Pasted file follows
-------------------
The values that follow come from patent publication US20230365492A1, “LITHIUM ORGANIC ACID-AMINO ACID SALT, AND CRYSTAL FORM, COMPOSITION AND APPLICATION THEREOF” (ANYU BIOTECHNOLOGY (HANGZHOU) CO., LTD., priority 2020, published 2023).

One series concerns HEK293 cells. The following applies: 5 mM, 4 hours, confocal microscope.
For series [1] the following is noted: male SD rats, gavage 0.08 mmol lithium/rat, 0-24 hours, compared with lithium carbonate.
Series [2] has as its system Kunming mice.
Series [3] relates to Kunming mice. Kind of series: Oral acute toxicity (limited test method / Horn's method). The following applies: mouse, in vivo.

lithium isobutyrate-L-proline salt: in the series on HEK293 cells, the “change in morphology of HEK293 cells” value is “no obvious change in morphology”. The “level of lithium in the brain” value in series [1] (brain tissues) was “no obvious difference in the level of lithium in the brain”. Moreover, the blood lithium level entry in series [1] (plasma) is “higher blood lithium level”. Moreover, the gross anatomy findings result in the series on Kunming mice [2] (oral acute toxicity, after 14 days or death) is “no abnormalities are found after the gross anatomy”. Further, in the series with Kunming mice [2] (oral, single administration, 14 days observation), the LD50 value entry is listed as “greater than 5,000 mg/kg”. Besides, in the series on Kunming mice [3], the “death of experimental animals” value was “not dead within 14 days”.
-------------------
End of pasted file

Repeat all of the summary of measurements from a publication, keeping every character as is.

The values that follow come from patent publication US20230365492A1, “LITHIUM ORGANIC ACID-AMINO ACID SALT, AND CRYSTAL FORM, COMPOSITION AND APPLICATION THEREOF” (ANYU BIOTECHNOLOGY (HANGZHOU) CO., LTD., priority 2020, published 2023).

One series concerns HEK293 cells. The following applies: 5 mM, 4 hours, confocal microscope.
For series [1] the following is noted: male SD rats, gavage 0.08 mmol lithium/rat, 0-24 hours, compared with lithium carbonate.
Series [2] has as its system Kunming mice.
Series [3] relates to Kunming mice. Kind of series: Oral acute toxicity (limited test method / Horn's method). The following applies: mouse, in vivo.

lithium isobutyrate-L-proline salt: in the series on HEK293 cells, the “change in morphology of HEK293 cells” value is “no obvious change in morphology”. The “level of lithium in the brain” value in series [1] (brain tissues) was “no obvious difference in the level of lithium in the brain”. Moreover, the blood lithium level entry in series [1] (plasma) is “higher blood lithium level”. Moreover, the gross anatomy findings result in the series on Kunming mice [2] (oral acute toxicity, after 14 days or death) is “no abnormalities are found after the gross anatomy”. Further, in the series with Kunming mice [2] (oral, single administration, 14 days observation), the LD50 value entry is listed as “greater than 5,000 mg/kg”. Besides, in the series on Kunming mice [3], the “death of experimental animals” value was “not dead within 14 days”.